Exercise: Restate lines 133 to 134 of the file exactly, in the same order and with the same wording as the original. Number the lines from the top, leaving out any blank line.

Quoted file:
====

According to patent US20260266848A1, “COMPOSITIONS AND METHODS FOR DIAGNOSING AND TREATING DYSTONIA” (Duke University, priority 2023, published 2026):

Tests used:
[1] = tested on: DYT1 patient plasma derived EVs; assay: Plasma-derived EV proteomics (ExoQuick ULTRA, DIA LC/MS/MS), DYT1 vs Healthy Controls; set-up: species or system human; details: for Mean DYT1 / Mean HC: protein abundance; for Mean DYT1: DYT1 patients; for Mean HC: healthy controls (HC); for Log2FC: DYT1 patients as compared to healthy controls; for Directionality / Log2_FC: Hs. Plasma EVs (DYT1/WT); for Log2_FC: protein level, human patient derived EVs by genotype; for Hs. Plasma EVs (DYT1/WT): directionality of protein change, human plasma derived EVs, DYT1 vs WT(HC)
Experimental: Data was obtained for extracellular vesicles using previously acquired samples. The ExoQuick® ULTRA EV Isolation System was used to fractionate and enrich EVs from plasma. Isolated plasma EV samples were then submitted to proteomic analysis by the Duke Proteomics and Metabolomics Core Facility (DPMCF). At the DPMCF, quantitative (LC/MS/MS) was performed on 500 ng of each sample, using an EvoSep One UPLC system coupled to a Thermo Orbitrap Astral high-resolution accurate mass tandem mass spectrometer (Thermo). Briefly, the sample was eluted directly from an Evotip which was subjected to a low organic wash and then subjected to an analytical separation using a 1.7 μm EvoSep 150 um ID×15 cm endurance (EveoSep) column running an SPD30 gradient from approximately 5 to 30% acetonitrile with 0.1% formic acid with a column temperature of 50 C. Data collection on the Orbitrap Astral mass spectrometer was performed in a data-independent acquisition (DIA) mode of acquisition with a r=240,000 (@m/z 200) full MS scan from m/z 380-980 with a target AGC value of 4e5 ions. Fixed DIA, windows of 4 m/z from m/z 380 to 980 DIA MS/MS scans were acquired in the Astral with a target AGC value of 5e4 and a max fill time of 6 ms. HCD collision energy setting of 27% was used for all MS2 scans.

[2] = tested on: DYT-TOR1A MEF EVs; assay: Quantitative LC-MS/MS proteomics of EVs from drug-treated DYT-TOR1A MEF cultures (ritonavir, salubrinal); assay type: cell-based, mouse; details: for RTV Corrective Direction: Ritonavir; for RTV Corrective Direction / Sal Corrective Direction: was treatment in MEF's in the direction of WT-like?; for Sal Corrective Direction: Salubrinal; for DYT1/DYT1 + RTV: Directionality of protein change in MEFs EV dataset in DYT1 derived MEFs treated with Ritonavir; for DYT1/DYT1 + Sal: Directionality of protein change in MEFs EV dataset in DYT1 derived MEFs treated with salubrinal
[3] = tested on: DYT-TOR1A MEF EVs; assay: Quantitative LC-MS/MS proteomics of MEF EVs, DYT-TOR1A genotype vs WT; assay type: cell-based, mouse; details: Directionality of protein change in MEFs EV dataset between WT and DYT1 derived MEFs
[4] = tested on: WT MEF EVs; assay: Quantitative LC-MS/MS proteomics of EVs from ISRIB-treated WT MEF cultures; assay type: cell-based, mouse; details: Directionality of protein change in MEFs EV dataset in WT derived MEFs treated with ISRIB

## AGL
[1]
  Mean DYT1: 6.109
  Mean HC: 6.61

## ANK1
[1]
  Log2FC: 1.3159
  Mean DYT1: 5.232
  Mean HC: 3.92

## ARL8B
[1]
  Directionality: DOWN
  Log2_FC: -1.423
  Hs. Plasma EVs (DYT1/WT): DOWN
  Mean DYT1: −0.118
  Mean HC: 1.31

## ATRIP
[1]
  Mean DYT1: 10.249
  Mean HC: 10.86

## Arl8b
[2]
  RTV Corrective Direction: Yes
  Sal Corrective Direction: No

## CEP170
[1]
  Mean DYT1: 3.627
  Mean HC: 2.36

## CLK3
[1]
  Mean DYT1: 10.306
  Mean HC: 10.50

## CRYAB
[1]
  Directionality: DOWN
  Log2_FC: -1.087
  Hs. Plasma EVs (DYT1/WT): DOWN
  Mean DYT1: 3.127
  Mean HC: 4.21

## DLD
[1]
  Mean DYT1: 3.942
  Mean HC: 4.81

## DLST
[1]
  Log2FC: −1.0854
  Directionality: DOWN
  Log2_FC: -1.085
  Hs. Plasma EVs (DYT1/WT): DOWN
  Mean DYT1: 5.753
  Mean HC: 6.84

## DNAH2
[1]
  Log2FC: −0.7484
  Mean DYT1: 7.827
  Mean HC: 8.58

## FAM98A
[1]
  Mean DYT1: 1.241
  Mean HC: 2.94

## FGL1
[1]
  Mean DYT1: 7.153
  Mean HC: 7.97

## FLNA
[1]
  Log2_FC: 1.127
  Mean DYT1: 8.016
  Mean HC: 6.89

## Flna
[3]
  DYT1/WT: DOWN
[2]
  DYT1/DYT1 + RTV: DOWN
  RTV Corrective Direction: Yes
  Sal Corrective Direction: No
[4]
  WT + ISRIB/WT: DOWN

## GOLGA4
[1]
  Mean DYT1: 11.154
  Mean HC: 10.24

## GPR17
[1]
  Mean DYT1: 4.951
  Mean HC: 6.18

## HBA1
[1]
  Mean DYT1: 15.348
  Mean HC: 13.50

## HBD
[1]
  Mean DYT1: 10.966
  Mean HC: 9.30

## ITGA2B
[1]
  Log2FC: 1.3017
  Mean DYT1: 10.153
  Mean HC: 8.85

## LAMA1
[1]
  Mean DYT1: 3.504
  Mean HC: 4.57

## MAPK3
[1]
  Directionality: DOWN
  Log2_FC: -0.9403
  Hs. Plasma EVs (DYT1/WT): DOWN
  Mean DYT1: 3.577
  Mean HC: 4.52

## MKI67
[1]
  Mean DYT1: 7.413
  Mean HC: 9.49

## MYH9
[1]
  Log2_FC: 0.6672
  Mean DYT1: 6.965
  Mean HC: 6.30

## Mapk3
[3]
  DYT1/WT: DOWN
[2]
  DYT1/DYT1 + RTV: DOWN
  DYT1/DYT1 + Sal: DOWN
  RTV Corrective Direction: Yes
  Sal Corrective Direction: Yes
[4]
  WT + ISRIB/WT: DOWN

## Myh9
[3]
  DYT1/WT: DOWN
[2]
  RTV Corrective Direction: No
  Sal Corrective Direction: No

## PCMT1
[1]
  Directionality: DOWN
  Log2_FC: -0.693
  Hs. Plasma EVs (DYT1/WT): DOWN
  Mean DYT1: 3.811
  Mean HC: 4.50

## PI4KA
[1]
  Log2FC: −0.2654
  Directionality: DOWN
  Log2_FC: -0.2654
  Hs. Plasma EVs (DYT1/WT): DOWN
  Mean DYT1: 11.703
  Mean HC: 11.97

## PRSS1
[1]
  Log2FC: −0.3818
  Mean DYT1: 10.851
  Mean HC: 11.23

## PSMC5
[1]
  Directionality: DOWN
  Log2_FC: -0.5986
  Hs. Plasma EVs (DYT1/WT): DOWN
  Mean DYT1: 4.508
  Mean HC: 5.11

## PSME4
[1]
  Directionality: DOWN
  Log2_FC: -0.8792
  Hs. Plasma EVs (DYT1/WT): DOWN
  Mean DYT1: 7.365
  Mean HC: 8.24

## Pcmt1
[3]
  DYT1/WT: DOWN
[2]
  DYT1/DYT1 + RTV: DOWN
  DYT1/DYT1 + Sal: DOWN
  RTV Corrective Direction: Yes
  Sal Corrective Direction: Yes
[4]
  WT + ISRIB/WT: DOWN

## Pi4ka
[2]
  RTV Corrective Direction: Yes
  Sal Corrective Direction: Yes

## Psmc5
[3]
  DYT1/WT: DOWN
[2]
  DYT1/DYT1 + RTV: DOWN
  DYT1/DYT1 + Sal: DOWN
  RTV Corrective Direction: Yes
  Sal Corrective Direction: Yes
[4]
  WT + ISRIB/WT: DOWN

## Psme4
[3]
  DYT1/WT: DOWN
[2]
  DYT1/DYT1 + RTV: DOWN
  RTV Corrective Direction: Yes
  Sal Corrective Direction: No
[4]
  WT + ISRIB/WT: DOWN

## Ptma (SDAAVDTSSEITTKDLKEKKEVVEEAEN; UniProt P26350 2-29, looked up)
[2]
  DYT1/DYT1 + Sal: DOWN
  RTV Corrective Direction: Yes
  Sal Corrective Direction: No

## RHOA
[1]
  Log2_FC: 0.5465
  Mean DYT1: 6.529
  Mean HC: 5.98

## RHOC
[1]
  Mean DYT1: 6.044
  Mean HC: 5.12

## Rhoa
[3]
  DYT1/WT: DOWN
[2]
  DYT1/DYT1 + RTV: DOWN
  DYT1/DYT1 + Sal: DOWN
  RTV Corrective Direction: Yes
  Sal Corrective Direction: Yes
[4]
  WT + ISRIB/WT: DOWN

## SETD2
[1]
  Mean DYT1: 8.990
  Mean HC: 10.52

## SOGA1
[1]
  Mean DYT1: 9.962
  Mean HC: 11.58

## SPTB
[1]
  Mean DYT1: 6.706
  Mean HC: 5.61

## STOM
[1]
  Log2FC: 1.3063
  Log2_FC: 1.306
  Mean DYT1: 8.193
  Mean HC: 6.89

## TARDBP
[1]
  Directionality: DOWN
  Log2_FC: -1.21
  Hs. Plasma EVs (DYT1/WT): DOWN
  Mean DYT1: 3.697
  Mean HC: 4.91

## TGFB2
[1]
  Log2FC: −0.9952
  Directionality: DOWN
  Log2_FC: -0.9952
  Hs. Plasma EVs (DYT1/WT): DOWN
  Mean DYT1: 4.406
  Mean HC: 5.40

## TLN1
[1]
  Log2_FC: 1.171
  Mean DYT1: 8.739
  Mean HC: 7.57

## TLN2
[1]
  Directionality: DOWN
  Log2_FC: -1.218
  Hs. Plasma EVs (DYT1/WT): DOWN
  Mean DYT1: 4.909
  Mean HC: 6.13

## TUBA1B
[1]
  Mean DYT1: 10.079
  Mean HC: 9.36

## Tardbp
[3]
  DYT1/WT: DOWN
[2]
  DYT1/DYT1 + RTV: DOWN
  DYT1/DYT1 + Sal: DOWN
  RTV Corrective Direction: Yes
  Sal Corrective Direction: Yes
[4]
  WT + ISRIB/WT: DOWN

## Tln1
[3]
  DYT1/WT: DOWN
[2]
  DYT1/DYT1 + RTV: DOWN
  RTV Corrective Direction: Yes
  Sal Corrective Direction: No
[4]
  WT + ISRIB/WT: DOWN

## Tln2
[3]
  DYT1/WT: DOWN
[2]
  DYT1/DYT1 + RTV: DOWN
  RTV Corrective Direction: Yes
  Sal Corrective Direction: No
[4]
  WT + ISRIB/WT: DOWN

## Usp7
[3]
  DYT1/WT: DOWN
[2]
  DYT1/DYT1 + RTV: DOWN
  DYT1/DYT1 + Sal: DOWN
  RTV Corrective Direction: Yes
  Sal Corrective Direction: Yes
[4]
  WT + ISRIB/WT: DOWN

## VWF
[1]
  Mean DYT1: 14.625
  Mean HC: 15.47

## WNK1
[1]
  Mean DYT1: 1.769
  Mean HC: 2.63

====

  RTV Corrective Direction: Yes
  Sal Corrective Direction: Yes